That high-pitched buzz. That little pinch you feel when you realize too late you’ve been bitten. That incessant itch. Nobody likes a mosquito – at least nobody I know – and a malaria carrying mosquito? I think it’s safe to say those are the worst. While most malaria cases are found in sub-Saharan Africa, your visit to Southeast Asia, Central or South America, the Indian subcontinent, the Middle East, other parts of Africa or even some islands in the South Pacific still put you at risk.
So what is it?
The word malaria comes from 18th century Italian mala meaning “bad” and aria meaning “air”. Most likely, the term was first used by Dr. Francisco Torti, Italy, when people thought the disease was caused by foul air in marshy areas. – Medical News Today
First the bad news: Malaria is a parasitic infection spread via mosquito, specifically the Anopheles mosquito.
But the good news is: It is both preventable and treatable, and therefore shouldn’t keep you from visiting your dream destination.
In case you were wondering, (and I’m sure you were,) there are 5 different types of malaria: Plasmodium (P.) falciparum – the most urgent strain which generally shows up 10 – 12 days after exposure, and P. vivax, P. ovale and P. malariae - milder versions which can still be dangerous for the young, old and sick. P. knowlesi is generally found in macaque monkeys, but may also spread to humans.
What are the symptoms?
Symptoms generally emerge within a few days of exposure and resemble the flu with:
- Muscle and headaches
- Chills and sweats
- Abdominal pain, vomiting, diarrhea and coughing may also be present
A family friend, who happens to be a doctor born and raised in the Philippines, told my husband and I that flu-like symptoms tend to come in waves as the “bugs” wake and sleep. Ew, right?
Should you, or your children, develop symptoms like these after being in an area where malaria is present get to your doctor right away for a blood test and possible treatment.
How can it be prevented?
Obviously, if you can prevent a mosquito bite you can eliminate the risk of malaria. This is easier said than done, but a good bug spray – preferably one containing DEET. The higher the concentration of DEET the longer it will last, and it should really only be applied once a day. So if you are going to be out all day long, go for the 30% as higher percentages are not more effective.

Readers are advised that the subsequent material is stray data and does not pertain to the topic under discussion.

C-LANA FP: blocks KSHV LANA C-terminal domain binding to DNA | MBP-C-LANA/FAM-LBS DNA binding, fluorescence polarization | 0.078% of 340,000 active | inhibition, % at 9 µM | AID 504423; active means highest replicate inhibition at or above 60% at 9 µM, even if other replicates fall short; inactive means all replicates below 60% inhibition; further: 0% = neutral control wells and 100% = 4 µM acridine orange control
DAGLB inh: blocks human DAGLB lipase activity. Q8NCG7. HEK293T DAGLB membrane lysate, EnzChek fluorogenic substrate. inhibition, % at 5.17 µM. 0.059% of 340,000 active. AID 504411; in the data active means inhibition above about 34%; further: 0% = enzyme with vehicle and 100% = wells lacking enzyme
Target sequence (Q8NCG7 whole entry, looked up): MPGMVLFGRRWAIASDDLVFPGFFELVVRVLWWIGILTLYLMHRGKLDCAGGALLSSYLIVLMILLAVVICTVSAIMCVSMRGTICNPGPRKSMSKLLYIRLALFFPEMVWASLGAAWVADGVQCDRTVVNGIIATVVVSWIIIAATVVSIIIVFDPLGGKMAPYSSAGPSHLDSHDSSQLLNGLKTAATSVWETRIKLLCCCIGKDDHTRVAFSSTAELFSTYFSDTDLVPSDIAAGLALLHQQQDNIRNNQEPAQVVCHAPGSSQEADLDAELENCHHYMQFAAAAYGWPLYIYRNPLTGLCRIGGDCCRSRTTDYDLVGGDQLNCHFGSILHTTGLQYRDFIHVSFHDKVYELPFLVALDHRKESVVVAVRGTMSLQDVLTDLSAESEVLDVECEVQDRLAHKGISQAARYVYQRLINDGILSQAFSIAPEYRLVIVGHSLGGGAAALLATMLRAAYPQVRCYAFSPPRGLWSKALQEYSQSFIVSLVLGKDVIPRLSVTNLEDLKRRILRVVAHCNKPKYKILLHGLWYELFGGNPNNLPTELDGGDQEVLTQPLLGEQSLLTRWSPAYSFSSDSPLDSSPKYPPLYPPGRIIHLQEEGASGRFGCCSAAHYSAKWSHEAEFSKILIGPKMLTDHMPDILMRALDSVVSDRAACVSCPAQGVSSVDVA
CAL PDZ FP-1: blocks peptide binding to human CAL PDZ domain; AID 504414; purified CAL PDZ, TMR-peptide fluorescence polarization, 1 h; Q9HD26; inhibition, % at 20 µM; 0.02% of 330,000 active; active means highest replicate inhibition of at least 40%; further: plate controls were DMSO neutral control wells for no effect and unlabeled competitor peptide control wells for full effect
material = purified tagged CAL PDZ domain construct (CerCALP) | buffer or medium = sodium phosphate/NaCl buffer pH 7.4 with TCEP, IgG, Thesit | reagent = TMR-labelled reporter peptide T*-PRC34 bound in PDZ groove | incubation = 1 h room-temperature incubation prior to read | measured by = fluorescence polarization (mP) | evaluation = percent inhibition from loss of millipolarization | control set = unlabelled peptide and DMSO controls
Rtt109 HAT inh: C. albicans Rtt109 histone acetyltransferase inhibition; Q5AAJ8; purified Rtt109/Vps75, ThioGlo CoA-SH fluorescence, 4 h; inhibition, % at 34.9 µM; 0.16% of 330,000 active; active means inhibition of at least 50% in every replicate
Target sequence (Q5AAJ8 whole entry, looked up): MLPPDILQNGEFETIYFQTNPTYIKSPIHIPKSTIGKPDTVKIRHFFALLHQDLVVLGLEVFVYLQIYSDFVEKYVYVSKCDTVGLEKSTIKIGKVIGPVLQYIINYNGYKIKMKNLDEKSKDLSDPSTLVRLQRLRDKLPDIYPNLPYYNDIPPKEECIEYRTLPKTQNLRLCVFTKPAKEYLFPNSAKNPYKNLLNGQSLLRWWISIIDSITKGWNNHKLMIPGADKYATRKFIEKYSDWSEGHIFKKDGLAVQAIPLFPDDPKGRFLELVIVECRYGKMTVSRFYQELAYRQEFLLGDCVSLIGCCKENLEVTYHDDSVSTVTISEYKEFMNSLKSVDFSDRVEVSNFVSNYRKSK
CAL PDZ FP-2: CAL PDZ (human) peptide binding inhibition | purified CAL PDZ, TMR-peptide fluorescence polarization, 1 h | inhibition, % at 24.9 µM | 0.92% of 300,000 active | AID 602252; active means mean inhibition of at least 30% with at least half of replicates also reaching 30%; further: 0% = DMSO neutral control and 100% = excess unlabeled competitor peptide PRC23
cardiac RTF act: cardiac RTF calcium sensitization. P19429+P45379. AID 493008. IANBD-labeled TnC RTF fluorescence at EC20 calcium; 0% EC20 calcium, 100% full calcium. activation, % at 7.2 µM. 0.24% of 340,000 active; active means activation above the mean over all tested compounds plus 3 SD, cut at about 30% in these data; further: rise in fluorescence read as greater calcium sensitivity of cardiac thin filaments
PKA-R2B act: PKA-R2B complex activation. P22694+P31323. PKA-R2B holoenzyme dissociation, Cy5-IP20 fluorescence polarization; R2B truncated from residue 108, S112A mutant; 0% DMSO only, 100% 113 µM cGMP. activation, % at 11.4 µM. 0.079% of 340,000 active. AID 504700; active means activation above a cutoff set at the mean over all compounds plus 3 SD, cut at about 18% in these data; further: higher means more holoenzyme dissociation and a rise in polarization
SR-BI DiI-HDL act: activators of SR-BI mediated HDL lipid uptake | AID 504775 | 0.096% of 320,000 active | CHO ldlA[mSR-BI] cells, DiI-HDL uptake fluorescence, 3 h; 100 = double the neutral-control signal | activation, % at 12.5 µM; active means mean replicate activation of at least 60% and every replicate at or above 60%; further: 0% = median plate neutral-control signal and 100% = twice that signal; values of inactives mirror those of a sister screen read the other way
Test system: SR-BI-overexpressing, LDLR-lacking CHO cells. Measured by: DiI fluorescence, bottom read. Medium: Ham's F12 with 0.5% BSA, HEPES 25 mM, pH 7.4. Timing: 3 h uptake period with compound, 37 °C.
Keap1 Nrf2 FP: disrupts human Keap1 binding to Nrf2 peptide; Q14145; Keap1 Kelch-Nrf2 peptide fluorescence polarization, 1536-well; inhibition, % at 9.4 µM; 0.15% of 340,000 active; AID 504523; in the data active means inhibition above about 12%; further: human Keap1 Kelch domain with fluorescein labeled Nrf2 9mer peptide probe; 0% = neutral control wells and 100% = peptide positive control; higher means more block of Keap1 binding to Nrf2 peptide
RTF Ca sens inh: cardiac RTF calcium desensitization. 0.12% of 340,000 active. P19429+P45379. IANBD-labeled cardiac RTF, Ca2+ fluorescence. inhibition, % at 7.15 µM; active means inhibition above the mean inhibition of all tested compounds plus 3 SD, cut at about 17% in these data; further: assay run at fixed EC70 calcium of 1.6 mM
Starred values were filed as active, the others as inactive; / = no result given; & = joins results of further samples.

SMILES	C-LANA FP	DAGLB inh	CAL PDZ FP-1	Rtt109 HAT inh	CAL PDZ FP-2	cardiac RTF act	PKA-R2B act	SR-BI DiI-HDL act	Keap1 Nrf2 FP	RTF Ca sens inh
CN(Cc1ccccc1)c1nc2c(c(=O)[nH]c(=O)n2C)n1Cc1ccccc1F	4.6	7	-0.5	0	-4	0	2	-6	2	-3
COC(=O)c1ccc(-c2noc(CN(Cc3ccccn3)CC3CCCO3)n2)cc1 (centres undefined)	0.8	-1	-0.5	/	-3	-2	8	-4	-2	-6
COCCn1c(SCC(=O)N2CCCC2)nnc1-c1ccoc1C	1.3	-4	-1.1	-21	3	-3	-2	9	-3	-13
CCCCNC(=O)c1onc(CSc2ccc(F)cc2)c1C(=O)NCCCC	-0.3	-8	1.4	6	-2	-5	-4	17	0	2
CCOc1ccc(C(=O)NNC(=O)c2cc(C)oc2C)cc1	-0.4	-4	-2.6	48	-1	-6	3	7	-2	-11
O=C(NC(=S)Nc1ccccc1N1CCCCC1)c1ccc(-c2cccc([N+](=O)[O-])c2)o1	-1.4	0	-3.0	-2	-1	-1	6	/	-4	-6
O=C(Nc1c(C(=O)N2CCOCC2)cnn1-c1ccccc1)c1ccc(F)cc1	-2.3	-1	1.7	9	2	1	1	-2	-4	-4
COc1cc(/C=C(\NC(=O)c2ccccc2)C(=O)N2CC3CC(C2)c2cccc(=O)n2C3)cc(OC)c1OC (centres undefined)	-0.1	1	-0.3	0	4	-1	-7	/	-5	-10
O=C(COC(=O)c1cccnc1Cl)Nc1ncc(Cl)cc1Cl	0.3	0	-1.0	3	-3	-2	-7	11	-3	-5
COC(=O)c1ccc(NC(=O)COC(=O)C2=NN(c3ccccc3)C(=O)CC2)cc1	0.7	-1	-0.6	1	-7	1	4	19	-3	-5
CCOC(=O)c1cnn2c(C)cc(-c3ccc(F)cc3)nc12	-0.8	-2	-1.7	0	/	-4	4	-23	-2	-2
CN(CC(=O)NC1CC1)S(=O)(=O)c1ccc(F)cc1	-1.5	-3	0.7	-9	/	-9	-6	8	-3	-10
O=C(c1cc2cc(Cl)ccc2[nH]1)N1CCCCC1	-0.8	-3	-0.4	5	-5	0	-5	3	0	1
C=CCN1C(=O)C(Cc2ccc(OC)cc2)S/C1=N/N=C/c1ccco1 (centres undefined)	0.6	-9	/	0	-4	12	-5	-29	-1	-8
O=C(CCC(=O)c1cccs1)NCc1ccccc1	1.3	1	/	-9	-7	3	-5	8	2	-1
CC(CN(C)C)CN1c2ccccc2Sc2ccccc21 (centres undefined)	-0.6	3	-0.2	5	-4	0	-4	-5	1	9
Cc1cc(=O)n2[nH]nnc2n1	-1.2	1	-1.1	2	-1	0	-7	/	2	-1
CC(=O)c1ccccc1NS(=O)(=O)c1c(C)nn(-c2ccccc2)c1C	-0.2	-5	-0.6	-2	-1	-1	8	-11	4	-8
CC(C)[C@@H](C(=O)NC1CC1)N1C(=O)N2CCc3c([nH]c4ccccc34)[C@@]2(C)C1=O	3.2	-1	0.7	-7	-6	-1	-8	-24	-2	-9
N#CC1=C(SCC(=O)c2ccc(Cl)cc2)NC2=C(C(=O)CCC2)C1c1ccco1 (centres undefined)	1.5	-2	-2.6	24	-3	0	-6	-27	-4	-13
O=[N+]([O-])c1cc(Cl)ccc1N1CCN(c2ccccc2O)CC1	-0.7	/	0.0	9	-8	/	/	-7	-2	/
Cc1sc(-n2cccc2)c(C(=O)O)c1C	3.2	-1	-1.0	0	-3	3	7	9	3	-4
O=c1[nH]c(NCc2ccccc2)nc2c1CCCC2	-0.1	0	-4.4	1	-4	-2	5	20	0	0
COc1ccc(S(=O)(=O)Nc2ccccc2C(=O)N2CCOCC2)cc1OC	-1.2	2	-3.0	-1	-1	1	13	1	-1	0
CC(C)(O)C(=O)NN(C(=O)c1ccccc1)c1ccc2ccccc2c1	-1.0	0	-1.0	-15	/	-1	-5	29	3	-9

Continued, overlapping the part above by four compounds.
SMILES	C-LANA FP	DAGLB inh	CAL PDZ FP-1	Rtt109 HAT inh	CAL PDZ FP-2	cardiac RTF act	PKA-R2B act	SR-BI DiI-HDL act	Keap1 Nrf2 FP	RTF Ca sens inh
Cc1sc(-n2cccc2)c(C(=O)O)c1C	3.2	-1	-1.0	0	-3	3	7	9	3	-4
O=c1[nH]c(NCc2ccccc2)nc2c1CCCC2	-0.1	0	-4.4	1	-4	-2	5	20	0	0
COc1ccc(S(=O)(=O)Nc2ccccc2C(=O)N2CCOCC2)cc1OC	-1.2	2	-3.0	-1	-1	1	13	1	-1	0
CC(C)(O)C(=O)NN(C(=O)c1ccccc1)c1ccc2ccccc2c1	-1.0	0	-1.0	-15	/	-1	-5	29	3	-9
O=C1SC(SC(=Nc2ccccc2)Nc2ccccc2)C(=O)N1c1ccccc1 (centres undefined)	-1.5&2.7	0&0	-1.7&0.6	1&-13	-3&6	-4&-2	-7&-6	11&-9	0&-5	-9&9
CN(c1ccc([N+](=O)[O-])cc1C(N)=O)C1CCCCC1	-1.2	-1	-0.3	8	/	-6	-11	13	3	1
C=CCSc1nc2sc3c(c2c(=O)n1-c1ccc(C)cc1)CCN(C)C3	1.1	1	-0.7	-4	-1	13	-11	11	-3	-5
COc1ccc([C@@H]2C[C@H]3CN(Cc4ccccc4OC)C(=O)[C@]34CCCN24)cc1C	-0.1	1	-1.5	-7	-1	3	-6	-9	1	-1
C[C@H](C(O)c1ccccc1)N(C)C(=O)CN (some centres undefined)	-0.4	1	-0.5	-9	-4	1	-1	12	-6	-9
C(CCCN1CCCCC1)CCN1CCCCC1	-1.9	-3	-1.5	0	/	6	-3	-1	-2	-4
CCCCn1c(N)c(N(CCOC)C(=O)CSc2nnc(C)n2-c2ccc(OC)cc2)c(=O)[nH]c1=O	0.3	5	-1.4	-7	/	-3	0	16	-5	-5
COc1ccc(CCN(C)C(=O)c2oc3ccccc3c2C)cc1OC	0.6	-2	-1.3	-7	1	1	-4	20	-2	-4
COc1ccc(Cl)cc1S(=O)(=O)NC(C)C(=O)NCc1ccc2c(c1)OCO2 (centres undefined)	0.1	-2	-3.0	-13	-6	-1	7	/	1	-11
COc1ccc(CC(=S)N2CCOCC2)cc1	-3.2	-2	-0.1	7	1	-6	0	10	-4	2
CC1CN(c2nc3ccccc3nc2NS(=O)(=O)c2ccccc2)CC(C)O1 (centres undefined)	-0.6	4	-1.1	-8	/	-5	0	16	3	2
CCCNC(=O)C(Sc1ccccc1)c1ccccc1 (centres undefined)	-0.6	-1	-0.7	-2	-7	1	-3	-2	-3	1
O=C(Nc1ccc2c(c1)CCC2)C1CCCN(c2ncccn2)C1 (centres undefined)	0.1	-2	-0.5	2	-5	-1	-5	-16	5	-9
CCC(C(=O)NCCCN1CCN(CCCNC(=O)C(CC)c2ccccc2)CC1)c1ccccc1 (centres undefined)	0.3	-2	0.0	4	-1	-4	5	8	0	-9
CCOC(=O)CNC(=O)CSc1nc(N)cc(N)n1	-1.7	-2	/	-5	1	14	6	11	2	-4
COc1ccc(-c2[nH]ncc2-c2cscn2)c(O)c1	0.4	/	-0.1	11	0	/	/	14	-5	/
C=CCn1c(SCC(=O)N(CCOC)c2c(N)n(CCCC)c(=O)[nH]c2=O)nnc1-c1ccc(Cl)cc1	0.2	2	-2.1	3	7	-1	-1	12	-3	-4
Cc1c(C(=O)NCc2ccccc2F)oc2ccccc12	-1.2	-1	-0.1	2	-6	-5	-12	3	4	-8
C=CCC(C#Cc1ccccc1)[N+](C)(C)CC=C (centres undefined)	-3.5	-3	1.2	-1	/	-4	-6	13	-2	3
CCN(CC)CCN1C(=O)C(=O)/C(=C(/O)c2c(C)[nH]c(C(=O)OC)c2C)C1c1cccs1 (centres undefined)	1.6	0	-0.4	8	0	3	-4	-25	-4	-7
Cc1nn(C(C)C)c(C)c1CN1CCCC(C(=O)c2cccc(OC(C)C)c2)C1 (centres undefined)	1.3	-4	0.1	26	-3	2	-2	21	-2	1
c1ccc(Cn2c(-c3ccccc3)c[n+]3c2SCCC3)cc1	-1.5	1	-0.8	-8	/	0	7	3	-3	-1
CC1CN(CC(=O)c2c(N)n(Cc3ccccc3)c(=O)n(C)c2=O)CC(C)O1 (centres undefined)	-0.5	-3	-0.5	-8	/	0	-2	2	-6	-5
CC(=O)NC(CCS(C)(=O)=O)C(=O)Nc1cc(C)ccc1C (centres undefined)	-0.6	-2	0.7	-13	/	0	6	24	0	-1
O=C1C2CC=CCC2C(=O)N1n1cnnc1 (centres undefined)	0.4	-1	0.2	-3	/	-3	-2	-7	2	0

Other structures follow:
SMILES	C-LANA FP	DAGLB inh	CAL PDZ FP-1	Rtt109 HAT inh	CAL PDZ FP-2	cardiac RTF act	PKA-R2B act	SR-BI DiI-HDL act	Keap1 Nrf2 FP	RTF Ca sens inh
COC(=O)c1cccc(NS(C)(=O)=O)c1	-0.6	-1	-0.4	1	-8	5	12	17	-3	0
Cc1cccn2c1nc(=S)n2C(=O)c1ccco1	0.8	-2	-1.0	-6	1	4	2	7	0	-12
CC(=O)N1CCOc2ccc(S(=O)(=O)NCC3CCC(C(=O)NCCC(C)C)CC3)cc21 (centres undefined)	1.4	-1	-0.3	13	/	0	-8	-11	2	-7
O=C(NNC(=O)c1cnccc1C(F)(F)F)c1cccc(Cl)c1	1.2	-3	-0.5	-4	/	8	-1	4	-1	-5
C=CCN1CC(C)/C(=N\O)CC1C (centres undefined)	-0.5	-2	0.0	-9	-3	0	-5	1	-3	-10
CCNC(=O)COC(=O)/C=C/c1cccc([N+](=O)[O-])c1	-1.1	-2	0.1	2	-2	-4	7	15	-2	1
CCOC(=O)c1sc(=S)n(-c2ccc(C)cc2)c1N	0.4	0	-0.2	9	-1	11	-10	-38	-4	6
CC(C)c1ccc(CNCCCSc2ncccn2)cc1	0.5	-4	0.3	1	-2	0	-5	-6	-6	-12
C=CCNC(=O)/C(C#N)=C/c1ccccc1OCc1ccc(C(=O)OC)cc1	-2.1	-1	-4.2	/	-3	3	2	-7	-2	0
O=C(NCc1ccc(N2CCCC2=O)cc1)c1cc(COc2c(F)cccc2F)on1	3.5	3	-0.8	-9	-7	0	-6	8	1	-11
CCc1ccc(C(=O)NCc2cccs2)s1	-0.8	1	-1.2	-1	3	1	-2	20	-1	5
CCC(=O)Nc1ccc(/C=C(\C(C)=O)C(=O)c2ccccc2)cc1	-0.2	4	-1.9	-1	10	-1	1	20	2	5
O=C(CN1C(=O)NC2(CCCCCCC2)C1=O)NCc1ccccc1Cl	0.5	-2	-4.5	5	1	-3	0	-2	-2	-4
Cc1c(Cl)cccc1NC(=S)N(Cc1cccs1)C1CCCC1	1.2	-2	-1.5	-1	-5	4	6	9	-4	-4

Sleeping under an insecticide-treated mosquito net and staying within screened-in areas are other good preventive measures. But, you didn’t travel across the globe to stay in a screened-in bubble. If you can bear it – despite the heat – get some lightweight long sleeves and pants – most outdoor companies like ExOfficio and REI have bug repellent clothing lines.
And seriously, get that bug repellent. I like Cutter’s All Family towelettes with 7.15% DEET.
Oral anti-malarial drugs are prescribed by destination. (It’s worth mentioning that these medications will not prevent a bite. So, yeah, the bug spray…) Speak with your local travel clinic for advice. Options include: Chloroquine, Mefloquine, Malarone, Doxyclycline and Primaquine.
If possible, bring malaria medication from home:
Researchers from the Fogarty International Center at the US National Institutes of Health in Bethesda, Maryland, USA, reported in The Lancet Infectious Diseases (May 2012 issue) that up to 42% of anti-malarial medications available across sub-Saharan Africa and Southeast Asia are either fake or substandard.